Somali woman’s passport washed ashore on the beach of the Greek island of Lesbos. Photo: Giorgos Moutafis

Position paper by PRO ASYL, medico international and Bread for the World about European policy of externalisation of border controls that leads to massive violations of human rights.

Sin­ce the sum­mer of 2015 hund­reds of thousands of asyl­um see­kers have cros­sed Euro­pean bor­ders. Europe’s heads of sta­te and governments are now going ever­ything in their powers to gain con­trol over the move­ments of tho­se fle­eing and migra­ting: The rou­te via the Bal­kans is offi­cial­ly clo­sed and depor­ta­ti­ons to Tur­key have star­ted. The relo­ca­ti­on of bor­der con­trols to coun­tries of tran­sit and ori­gin – to Tur­key, but also to Wes­tern and Eas­tern Afri­can coun­tries – is at the cent­re of the EU stra­te­gy. Mean­while peop­le keep dying in high num­bers at Europe’s exter­nal bor­ders, and the EU is pre­pa­red to sacri­fice the indi­vi­du­al right to asyl­um for its poli­cy of secu­ri­ti­sa­ti­on and con­trol. The­re is an urgent need for con­cer­ted ans­wers from civil society.

Bread for the World, med­i­co inter­na­tio­nal and PRO ASYL have repeated­ly and vehe­ment­ly cri­ti­cis­ed Europe’s poli­ci­es of exter­na­li­sa­ti­on of bor­der con­trols which lead to mas­si­ve vio­la­ti­ons of the human rights of asyl­um see­kers and migrants. The­se cri­ti­cisms have been voi­ced in the con­text of a publi­ca­ti­on deve­lo­ped in co-ope­ra­ti­on with part­ners from the Glo­bal South (Im Schat­ten der Zita­del­le, 2013), through panel dis­cus­sions at World Social Forums and other col­la­bo­ra­ti­ve events. The con­fe­rence enti­t­led “Aus den Augen aus dem Sinn” (Out of sight, out of mind), held on Febru­a­ry 23, 2016, also offe­red oppor­tu­nities for exchan­ge and net­wor­king for refugee‑, human rights- and deve­lo­p­ment orga­ni­sa­ti­ons from Afri­ca, the Midd­le East and Euro­pe. It was the unani­mous fin­ding of this col­la­bo­ra­ti­on that repres­si­ve poli­ci­es and the defen­si­ve atti­tu­de towards refu­gees are unac­cep­ta­ble, both from a human rights and peace ori­en­ted perspective.

A new scale of the policies of externalisation

In Euro­pe, the year 2016 has been cha­rac­te­ri­sed by an acce­le­ra­ti­on of poli­ci­es of exter­na­li­sa­ti­on and shif­ting of con­trols on refu­gees and migrants. Howe­ver, the­se EU stra­te­gies of exter­na­li­sa­ti­on and defence are by no means new. Through the Rabat con­fe­rence in July 2006, the Khar­to­um pro­cess which was initia­ted in Novem­ber 2014, and last year’s streng­t­he­ning of a EU/Turkey col­la­bo­ra­ti­on and EU/Africa sum­mit in Val­let­ta, the EU and its mem­ber sta­tes have intro­du­ced nume­rous action plans, pro­gram­mes and pro­jects who­se aim is to deter migrants and refu­gees, ide­al­ly befo­re they even reach Europe’s exter­nal bor­ders. It is made ever har­der for them to even lea­ve their coun­tries of ori­gin and pass through tran­sit sta­tes, befo­re reaching Europe’s exter­nal bor­ders, while at the same time the risk of being sent back to unsafe coun­tries of ori­gin or tran­sit is increasing.

Coun­tries of ori­gin and tran­sit, such as Mali, Niger and Tur­key, which have all been inte­gra­ted into bor­der secu­ri­ti­sa­ti­on and the repul­si­on of asyl­um see­kers and migrants, recei­ve lar­ge sums of money as part of the­se arran­ge­ments. The­se funds are spent on bor­der secu­ri­ty tech­no­lo­gy, trai­ning of bor­der guards, read­mis­si­on agree­ments and joint bor­der patrols – but not on actu­al con­cepts for pro­tec­tion or impro­ving recep­ti­on con­di­ti­ons. Coun­tries of ori­gin and tran­sit are also expec­ted to col­la­bo­ra­te in com­ba­ting “human traf­fi­ckers”. The­se acti­vi­ties are por­tray­ed as mea­su­res that pro­tect refu­gees and migrants, but they do not­hing to miti­ga­te the root cau­ses that com­pel peop­le to flee their coun­tries. Ins­tead of pro­tec­ting refu­gees, the­se mea­su­res for­ce peop­le to attempt ever more dan­ge­rous rou­tes and to put them­sel­ves at the mer­cy of often dubio­us “ser­vice pro­vi­ders” in order to cross the border.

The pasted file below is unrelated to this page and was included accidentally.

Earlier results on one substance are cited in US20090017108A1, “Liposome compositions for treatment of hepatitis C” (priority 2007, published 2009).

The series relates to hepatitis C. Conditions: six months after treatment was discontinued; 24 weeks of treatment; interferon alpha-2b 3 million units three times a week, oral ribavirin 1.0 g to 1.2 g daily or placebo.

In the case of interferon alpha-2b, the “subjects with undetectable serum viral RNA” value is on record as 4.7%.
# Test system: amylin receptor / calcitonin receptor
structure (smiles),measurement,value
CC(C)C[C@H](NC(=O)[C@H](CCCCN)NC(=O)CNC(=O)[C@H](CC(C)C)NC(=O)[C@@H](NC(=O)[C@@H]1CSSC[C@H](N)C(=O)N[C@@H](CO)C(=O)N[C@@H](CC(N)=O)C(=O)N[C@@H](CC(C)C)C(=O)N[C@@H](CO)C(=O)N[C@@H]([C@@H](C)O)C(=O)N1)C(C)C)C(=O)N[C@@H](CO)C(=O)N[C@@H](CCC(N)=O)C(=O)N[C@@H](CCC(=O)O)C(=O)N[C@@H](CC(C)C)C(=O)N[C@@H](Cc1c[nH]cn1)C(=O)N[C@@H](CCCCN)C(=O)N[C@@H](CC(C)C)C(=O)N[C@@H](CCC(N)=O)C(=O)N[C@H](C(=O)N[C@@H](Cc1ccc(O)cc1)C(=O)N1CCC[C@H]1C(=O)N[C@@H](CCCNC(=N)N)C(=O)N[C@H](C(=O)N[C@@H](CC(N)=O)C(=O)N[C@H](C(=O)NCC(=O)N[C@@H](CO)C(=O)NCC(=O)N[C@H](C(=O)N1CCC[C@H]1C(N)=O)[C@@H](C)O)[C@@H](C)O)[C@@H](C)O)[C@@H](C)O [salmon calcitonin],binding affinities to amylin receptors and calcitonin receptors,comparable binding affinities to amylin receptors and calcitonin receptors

The pro­ces­ses and nego­tia­ti­ons of the­se co-ope­ra­ti­ons are usual­ly opa­que and are car­ri­ed out away from the public gaze, thus impe­ding cri­ti­cal scru­ti­ny by civil socie­ty. In their nego­tia­ti­ons with the EU and its mem­ber sta­tes coun­tries of ori­gin and tran­sit are redu­ced to mere vas­sal sta­tes to whom eit­her money, libe­ra­li­sa­ti­on of visa regu­la­ti­ons or vague mobi­li­ty con­ces­si­ons for selec­ted groups are pro­mi­sed in return for ser­vices in the com­ba­ting of migra­ti­on. By con­trast, sta­tes who are not wil­ling to co-ope­ra­te face pen­al­ties such as tra­de sanc­tions or embargos.

»Under the mot­to “Out of sight, out of mind”, Europe’s poli­ci­es of exter­na­li­sa­ti­on aim at ren­de­ring invi­si­ble refu­gees and migrants, the vio­la­ti­ons of their rights and the actu­al cau­ses of escape and displacement.«

Interest-driven politics at the expense of human rights

In order to “secu­re” Euro­pean bor­ders against migrants and refu­gees at the behest of the EU, human rights vio­la­ti­ons are put up with in coun­tries of ori­gin and tran­sit. Bor­der guards are taking bru­tal action against refu­gees and migrants. On paper the­re are mea­su­res for pro­tec­tion of refu­gees and for com­ba­ting the cau­ses of peop­le fle­eing their coun­tries, but in prac­ti­ce they are not car­ri­ed out. On the con­tra­ry, the root cau­ses of for­ced migra­ti­on are only exa­cer­ba­ted by len­ding fur­ther legi­ti­ma­cy to regimes respon­si­ble for human rights vio­la­ti­ons, vio­lence and per­se­cu­ti­on by invol­ving them in bor­der secu­ri­ty arrangements.

The poli­ci­es of exter­na­li­sa­ti­on also have a dra­ma­tic effect on the socie­ties of coun­tries of ori­gin and tran­sit which are taken into ser­vice by Euro­pe for the pur­po­ses of its own migra­ti­on con­trols. Regio­nal and natio­nal con­flicts in the socie­ties of the­se coun­tries are rat­che­ted up when peop­le are held against their will and bor­ders con­trols are built up. Fra­gi­le social and poli­ti­cal con­di­ti­ons, such as at the Horn of Afri­ca, are put under fur­ther strain. In return for finan­cial dis­bur­se­ments dis­hed out by Euro­pe refu­gees and migrants are inten­tio­nal­ly kept in tran­sit sta­tes, whe­re it is all but impos­si­ble for them to make a living. The result is a despe­ra­te life in a hol­ding pat­tern. Stig­ma­ti­sa­ti­on and cri­mi­na­li­sa­ti­on, pro­mo­ted by poli­tics and the media, lead to an inten­si­fi­ca­ti­on of racism and xeno­pho­bia against refu­gees and migrants.